The actress who plays Kim in the year's sleeper hit talks about her role, working with Liam Neeson and future projects
Maggie Grace is a name and a face that you might recognize if you followed a certain J.J. Abrams series from the beginning. After getting her start in TV films like Murder in Greenwich, where she portrayed Martha Moxley, it didn't take long for Grace to find her way onto a hit series, which is exactly what she did when she landed the role of Shannon Rutherford on Lost. She's also appeared in such films as The Fog and The Jane Austen Book Club. She returned to the silver screen earlier this year with the biggest surprise hit of the year, Taken, which is coming to DVD and Blu-ray on May 12. I had the chance to speak with Grace, who plays Liam Neeson's kidnapped daughter, Kim, and here's what she had to say.
So how did you first come on to this project, and what did you think after you read the script for the first time?
Maggie Grace: I was pretty blown away by the script. It was pretty tight and I've read a lot of action-thrillers and I just felt this was pretty fantastic. Of course, going into it knowing its (writer-producer) Luc Besson, I'm a huge fan of Leon: The Professional.
So how did you go about preparing to play Kim? Did you do any research or talk to any kidnapping experts or anything like that?
Maggie Grace: No, because she's so ill-prepared going into it. It was more about finding the relationship, or lack thereof, with her father and needing to get to know him as she was coming of age, in a different way. Also, they wanted to keep her pretty young, pretty innocent. She's had a very sheltered existence thus far. I live in L.A., so I don't have a very sheltered existence, really.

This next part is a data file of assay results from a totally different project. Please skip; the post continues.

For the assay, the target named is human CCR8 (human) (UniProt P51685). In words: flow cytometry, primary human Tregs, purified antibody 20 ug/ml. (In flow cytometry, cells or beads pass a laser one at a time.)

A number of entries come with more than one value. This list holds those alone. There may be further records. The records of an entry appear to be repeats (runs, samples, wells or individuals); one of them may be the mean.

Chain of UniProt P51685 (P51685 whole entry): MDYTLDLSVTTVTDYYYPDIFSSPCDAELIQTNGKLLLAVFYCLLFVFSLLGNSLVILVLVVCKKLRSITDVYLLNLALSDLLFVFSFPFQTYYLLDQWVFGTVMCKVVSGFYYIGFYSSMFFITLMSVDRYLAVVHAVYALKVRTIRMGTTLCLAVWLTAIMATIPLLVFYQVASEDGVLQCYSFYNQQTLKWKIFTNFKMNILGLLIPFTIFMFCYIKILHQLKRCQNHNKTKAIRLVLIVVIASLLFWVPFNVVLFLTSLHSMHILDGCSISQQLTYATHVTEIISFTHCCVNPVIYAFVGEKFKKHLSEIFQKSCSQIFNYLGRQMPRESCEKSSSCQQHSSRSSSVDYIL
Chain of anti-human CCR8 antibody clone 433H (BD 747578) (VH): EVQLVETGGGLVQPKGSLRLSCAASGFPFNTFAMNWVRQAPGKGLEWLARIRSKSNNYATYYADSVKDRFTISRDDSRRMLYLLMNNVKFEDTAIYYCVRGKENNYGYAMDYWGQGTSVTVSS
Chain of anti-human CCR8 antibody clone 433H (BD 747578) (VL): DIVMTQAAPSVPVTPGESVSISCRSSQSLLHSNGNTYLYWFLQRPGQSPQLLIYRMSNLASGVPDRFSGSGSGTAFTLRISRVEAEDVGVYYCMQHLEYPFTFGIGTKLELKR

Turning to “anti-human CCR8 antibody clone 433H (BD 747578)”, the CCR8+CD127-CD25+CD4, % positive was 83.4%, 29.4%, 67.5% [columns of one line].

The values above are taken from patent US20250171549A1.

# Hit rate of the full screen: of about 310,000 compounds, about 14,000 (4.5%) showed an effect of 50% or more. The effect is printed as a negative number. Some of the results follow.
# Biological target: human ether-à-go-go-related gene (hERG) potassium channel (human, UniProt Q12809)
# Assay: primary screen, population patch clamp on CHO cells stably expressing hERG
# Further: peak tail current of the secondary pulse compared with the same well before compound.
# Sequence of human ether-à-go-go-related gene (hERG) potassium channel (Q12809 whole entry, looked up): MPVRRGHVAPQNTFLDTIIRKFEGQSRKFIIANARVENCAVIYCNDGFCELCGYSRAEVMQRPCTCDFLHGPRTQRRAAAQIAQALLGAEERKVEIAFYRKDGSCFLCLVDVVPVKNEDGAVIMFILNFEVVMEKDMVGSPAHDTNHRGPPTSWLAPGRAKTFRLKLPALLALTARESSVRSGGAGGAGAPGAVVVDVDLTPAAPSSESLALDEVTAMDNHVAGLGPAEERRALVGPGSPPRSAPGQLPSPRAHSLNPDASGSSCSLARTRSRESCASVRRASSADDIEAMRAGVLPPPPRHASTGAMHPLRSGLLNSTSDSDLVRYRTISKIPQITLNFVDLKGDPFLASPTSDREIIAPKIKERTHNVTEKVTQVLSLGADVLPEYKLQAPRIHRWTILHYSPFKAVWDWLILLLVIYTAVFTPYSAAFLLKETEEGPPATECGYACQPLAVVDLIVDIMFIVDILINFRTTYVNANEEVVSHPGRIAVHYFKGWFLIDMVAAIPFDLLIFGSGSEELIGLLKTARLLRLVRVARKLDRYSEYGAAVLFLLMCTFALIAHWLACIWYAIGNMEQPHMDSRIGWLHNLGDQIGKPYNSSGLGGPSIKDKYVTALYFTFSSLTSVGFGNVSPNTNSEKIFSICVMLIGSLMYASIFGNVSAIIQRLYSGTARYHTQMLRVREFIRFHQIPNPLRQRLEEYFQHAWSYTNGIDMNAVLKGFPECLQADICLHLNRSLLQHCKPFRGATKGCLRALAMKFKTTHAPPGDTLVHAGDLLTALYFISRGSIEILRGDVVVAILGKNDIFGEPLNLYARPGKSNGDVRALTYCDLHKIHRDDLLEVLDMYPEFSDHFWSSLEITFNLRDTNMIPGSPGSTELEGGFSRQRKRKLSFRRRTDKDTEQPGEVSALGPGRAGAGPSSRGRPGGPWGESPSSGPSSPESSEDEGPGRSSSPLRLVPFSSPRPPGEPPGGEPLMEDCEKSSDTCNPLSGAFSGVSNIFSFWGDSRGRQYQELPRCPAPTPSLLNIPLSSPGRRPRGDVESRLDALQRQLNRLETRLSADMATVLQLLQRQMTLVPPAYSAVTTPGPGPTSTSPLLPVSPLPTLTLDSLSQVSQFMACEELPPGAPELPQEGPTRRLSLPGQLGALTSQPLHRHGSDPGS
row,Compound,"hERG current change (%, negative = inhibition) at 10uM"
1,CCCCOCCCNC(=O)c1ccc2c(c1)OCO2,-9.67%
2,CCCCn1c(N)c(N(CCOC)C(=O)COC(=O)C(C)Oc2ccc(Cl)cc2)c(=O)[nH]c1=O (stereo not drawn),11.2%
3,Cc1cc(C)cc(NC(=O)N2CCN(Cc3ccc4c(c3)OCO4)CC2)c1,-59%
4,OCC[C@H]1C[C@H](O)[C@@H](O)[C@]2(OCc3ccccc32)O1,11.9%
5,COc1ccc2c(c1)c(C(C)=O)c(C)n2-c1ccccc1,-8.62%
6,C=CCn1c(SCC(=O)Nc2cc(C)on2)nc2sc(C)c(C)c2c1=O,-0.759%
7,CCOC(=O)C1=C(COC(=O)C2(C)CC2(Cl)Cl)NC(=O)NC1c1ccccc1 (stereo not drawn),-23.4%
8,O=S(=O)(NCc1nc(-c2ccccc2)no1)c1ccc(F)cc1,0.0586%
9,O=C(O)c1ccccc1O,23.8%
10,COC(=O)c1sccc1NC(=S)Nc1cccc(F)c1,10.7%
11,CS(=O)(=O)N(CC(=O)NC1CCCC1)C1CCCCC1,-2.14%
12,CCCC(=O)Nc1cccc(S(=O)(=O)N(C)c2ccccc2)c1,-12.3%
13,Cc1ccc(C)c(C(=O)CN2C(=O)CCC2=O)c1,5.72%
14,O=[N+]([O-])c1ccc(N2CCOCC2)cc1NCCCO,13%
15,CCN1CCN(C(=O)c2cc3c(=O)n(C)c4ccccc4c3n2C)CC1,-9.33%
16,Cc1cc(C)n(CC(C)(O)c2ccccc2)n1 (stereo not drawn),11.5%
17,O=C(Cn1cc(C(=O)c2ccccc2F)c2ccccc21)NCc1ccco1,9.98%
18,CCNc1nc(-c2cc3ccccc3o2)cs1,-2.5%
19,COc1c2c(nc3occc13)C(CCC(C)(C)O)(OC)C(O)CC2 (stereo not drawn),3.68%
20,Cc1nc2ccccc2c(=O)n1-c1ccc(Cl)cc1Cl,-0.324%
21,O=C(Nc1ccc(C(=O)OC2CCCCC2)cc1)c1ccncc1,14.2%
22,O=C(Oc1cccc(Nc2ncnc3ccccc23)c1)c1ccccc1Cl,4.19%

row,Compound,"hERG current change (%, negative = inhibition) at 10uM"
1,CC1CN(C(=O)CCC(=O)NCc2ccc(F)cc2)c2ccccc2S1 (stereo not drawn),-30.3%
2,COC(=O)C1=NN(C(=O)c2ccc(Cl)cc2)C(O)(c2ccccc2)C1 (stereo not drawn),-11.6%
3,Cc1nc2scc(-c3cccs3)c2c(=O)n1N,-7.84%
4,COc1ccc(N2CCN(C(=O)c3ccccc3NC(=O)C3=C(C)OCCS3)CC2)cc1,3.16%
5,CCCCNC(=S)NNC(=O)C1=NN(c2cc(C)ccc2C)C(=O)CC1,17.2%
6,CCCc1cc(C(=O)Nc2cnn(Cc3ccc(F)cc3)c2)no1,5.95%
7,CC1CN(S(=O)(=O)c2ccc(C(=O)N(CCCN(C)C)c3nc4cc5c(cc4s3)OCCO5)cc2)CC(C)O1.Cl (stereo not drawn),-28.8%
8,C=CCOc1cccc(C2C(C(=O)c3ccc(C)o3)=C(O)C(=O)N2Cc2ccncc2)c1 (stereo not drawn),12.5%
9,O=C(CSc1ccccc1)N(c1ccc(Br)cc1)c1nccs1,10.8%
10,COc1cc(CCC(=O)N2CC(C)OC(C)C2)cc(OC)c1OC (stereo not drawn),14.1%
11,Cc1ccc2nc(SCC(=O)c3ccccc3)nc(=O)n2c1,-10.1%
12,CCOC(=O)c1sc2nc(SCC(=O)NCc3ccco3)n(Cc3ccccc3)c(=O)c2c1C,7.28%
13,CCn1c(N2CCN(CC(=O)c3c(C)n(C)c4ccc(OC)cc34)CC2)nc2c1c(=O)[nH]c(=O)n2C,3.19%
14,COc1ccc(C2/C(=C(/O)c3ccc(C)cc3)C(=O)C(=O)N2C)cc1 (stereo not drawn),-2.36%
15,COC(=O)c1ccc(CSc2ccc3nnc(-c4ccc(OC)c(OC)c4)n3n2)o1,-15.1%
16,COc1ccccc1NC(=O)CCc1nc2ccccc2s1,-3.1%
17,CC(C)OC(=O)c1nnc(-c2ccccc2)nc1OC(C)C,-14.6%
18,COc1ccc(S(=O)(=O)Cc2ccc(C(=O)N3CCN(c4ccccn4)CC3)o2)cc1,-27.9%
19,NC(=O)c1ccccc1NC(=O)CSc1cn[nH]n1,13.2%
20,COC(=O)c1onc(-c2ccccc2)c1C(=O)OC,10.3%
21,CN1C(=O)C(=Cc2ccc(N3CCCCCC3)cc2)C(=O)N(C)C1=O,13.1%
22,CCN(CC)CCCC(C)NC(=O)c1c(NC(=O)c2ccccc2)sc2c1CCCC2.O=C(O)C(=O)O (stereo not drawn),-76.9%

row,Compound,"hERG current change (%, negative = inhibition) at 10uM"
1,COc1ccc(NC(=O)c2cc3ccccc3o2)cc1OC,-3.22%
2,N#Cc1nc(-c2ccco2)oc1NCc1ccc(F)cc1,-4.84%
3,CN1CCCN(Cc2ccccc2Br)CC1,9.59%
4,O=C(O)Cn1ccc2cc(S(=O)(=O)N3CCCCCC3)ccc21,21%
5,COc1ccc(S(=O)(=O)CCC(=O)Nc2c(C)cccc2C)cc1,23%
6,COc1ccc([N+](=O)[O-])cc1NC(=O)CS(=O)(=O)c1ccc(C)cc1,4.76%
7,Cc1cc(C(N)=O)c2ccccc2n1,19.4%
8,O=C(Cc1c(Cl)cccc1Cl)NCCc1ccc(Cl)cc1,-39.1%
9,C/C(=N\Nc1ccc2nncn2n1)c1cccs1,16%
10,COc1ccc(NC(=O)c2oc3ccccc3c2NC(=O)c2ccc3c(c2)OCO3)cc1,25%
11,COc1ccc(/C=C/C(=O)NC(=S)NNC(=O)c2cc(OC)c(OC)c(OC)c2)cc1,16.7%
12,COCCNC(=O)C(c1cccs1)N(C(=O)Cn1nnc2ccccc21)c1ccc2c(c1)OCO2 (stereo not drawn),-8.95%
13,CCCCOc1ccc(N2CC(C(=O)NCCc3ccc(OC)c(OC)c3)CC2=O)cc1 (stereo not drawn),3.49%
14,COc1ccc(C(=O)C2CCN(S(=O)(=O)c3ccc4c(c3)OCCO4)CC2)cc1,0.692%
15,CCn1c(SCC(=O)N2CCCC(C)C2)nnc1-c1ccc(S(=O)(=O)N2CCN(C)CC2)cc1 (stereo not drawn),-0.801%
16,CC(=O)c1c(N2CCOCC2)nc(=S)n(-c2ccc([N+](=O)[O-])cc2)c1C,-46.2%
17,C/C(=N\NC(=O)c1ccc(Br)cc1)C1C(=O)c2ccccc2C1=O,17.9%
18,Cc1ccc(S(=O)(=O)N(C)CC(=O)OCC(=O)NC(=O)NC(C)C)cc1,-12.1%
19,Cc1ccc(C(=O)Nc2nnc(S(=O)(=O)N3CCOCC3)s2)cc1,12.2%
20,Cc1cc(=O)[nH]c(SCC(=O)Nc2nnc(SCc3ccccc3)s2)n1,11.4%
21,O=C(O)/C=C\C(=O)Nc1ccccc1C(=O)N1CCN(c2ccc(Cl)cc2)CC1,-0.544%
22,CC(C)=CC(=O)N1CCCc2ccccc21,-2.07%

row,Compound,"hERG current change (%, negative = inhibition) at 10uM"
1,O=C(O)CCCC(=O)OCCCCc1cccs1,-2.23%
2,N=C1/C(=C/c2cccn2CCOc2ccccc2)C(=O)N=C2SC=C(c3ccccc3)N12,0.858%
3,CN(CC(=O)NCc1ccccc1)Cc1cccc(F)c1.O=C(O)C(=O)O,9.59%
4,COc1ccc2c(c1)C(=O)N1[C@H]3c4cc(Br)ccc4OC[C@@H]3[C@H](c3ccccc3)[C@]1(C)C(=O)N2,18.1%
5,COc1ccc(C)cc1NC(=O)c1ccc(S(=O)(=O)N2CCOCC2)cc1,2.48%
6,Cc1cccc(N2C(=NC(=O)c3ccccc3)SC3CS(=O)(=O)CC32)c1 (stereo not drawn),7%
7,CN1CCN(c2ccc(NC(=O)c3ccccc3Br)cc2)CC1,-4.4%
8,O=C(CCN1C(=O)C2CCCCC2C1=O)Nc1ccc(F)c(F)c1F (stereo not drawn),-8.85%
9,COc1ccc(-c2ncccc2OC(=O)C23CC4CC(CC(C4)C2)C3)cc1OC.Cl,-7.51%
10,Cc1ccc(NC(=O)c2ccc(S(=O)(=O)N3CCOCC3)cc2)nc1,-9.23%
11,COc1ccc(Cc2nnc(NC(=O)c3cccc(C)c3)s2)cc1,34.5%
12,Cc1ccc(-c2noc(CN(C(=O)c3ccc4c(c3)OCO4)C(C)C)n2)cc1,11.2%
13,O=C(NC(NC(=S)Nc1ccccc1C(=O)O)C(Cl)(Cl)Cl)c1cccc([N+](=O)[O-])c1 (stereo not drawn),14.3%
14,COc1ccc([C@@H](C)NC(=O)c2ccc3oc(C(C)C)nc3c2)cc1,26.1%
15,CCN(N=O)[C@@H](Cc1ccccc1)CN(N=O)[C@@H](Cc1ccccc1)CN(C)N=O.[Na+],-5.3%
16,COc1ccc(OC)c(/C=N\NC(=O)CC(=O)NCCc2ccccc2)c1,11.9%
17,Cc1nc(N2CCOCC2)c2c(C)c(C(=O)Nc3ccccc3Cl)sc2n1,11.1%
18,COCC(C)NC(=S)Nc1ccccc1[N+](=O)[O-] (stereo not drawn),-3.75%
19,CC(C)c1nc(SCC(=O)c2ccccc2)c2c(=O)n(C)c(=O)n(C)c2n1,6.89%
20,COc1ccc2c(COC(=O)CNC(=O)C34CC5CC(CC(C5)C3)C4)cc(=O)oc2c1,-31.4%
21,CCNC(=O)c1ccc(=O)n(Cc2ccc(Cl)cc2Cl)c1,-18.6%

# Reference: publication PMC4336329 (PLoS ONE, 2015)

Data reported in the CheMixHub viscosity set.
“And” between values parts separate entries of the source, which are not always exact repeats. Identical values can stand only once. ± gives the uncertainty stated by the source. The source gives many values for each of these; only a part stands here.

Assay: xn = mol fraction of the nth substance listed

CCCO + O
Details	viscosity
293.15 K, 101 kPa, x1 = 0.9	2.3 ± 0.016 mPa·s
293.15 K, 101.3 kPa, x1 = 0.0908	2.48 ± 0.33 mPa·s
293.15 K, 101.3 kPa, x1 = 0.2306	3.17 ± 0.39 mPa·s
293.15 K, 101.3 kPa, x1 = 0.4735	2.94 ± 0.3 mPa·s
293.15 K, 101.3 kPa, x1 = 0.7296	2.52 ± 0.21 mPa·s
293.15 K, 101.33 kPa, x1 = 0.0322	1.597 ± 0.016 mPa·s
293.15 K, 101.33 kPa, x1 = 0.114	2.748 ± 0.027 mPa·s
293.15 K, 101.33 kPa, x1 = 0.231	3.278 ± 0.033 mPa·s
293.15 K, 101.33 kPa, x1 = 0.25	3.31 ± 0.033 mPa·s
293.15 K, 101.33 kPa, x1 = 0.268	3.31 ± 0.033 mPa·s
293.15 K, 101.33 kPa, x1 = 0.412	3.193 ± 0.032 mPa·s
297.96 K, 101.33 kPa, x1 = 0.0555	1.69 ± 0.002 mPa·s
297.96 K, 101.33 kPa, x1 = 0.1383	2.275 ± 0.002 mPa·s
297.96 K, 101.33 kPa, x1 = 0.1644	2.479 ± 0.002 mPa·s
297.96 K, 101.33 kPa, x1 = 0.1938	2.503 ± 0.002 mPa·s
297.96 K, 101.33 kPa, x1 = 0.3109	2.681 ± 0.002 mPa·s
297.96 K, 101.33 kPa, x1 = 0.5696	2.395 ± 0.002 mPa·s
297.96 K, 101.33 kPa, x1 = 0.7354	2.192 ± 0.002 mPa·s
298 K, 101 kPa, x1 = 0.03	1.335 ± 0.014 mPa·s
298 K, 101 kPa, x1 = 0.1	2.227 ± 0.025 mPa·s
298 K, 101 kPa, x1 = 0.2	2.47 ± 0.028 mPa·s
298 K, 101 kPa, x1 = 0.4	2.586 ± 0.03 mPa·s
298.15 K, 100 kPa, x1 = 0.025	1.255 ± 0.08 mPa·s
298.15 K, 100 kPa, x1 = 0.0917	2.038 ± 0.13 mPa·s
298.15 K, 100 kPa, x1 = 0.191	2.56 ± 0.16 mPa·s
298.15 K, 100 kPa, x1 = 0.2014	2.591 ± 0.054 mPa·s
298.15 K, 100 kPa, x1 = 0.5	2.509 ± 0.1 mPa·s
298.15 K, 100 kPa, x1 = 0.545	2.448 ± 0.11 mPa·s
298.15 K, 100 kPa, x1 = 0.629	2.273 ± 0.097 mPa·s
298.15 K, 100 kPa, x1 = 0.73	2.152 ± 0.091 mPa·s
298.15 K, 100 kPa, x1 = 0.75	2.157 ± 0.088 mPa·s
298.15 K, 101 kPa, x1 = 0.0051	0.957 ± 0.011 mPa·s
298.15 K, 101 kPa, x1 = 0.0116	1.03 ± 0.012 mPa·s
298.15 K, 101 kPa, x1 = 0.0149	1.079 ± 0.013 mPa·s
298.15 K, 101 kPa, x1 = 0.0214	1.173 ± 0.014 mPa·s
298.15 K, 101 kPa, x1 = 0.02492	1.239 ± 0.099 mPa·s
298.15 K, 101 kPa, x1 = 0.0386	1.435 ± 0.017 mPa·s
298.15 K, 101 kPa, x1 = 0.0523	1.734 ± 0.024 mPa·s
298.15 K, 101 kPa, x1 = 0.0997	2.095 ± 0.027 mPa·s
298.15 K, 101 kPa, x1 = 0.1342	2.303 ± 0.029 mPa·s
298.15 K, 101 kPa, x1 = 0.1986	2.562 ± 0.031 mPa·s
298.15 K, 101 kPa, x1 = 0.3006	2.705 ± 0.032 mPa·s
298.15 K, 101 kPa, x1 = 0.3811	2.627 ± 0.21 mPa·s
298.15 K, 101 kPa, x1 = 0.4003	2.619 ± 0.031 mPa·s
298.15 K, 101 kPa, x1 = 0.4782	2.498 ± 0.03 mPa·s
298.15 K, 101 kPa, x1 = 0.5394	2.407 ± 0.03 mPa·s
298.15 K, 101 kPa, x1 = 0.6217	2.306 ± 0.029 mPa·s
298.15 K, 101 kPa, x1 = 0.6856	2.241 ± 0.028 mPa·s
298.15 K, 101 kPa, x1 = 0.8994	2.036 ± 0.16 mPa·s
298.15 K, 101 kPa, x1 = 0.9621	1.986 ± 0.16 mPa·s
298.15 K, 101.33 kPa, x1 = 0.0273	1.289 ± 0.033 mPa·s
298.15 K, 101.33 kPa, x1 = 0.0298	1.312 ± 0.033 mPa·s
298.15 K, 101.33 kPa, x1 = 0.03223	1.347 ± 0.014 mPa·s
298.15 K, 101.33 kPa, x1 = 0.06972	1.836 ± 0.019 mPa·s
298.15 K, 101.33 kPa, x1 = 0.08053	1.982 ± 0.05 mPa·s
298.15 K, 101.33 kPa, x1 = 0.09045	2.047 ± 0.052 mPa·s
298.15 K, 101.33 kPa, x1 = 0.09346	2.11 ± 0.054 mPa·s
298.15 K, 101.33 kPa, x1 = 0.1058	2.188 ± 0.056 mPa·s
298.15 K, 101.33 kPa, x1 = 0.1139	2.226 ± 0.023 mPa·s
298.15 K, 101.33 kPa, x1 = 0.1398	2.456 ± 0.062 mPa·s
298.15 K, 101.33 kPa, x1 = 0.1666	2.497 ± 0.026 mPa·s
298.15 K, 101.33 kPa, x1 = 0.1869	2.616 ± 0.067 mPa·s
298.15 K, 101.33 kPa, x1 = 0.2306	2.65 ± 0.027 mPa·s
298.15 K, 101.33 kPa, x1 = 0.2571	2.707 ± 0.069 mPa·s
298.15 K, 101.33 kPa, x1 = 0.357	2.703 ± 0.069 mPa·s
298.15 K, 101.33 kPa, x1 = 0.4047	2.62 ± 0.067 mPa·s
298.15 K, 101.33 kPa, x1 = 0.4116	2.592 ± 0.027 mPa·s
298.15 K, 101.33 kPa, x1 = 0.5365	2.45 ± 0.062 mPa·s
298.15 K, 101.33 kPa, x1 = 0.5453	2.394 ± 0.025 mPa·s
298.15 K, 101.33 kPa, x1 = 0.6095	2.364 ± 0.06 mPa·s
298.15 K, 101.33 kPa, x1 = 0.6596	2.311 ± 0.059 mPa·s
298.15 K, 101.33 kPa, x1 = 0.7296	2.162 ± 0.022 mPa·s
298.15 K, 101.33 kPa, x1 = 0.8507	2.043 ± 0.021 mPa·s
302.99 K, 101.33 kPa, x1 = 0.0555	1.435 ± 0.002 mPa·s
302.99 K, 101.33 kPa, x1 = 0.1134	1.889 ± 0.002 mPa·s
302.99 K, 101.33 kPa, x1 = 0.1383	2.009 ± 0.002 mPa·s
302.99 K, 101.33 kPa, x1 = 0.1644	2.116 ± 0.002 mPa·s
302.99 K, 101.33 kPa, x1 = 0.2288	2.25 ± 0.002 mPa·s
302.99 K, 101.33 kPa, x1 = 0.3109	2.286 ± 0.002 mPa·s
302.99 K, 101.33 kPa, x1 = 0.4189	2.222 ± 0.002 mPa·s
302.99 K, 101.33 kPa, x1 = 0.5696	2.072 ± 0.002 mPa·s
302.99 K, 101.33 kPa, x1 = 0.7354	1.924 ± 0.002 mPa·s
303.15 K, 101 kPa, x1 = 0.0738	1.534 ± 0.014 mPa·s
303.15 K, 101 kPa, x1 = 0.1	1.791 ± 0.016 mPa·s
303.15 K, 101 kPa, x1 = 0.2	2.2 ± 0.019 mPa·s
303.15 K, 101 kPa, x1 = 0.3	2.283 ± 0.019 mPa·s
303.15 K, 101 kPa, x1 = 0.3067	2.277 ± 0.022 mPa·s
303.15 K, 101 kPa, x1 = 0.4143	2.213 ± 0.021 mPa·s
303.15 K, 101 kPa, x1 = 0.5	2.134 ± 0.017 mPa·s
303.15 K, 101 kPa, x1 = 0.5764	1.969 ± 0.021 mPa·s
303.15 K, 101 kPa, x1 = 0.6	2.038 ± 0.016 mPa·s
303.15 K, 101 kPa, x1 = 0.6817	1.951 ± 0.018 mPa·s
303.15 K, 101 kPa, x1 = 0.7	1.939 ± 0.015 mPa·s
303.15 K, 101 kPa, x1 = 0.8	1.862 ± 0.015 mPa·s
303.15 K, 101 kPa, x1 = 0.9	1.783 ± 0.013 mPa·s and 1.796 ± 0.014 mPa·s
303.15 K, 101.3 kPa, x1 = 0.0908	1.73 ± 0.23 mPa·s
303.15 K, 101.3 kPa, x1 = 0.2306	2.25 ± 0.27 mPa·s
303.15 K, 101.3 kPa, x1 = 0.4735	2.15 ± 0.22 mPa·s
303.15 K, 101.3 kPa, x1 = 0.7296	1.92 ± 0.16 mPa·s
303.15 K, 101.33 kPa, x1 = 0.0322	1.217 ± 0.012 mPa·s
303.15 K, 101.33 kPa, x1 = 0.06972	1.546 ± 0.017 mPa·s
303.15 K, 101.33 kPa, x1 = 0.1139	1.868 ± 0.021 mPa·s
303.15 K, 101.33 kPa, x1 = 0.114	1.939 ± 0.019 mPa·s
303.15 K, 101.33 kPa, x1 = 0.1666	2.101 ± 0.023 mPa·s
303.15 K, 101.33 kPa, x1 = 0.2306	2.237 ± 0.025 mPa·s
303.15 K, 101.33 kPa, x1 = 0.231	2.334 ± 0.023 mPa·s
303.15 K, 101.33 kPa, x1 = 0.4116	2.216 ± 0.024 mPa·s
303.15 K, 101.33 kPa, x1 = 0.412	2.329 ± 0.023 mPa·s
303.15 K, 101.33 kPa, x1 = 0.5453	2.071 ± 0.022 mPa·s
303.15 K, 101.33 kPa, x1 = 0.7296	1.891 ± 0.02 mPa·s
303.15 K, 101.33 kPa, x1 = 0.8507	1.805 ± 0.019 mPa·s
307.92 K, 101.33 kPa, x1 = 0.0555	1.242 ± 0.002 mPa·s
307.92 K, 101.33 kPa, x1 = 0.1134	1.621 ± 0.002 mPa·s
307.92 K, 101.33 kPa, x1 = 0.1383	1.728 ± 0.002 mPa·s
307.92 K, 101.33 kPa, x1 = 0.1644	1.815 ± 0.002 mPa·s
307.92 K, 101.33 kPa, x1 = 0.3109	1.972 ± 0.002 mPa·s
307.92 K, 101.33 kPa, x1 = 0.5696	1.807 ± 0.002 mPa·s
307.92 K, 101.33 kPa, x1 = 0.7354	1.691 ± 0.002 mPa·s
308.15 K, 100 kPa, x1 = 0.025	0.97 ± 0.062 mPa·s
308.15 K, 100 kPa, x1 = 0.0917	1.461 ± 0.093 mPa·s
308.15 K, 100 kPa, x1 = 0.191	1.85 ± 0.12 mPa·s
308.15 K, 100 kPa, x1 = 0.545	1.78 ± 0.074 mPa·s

Yeah, me too. So there is quite a cast you worked with here, with Liam Neeson, Famke Janssen, Katie Cassidy and everyone else. How did you enjoy working with this cast and what kinds of things did you pick up from these veterans like Liam and Famke?
Maggie Grace: Gosh. Liam, I was so excited to work with and terrified to meet. I've made a list, about two months before I'd actually started shooting. It's funny, because I hadn't even heard of the script yet, but I was making a list of people I wanted to work with, because I'm a huge dork and I do that every year (Laughs). It's just what movies I'd seen recently and who I was impressed by and would like to work with, like this cinematographer and this director and whatnot. I put Liam at the top of the list, the male actor list, because I had just seen Schindler's List again and Michael Collins, and I was just like, 'God, what an incredible actor.' It was shortly after that, that I had got the script and thought it was pretty neat.
So who's at the top of the list now then?
Maggie Grace: (Laughs) Well, mostly it's been director's lately. (Darren) Aronofsky is pretty high up.
So, you shot this in Paris, and some in California as well, so had you ever worked in Paris before, and what was it like being on location there?
Maggie Grace: I had been to Paris, kind of working my way through Europe with a girlfriend of mine, more on the cheap. I was very much a tourist, and then coming back and spending six weeks there and having friends in Paris and, also, of course, the whole crew, it was just a completely different city. I just fell head over heels for it.
So was that trip you took when you were younger kind of like your character's trip in the film?
Maggie Grace: Yeah, actually (Laughs). It's kind of similar. We made some really stupid decisions - not quite as stupid as getting in taxi's with strange, suspicious boys, but I'm sure we did some pretty stupid things. We ended up staying in a really bad part of Paris and some friends of ours had to rescue us and tell us where we ought to be staying and where we ought not.
Yeah, I went to Paris when I was younger as well, but it was more of a school thing, more controlled.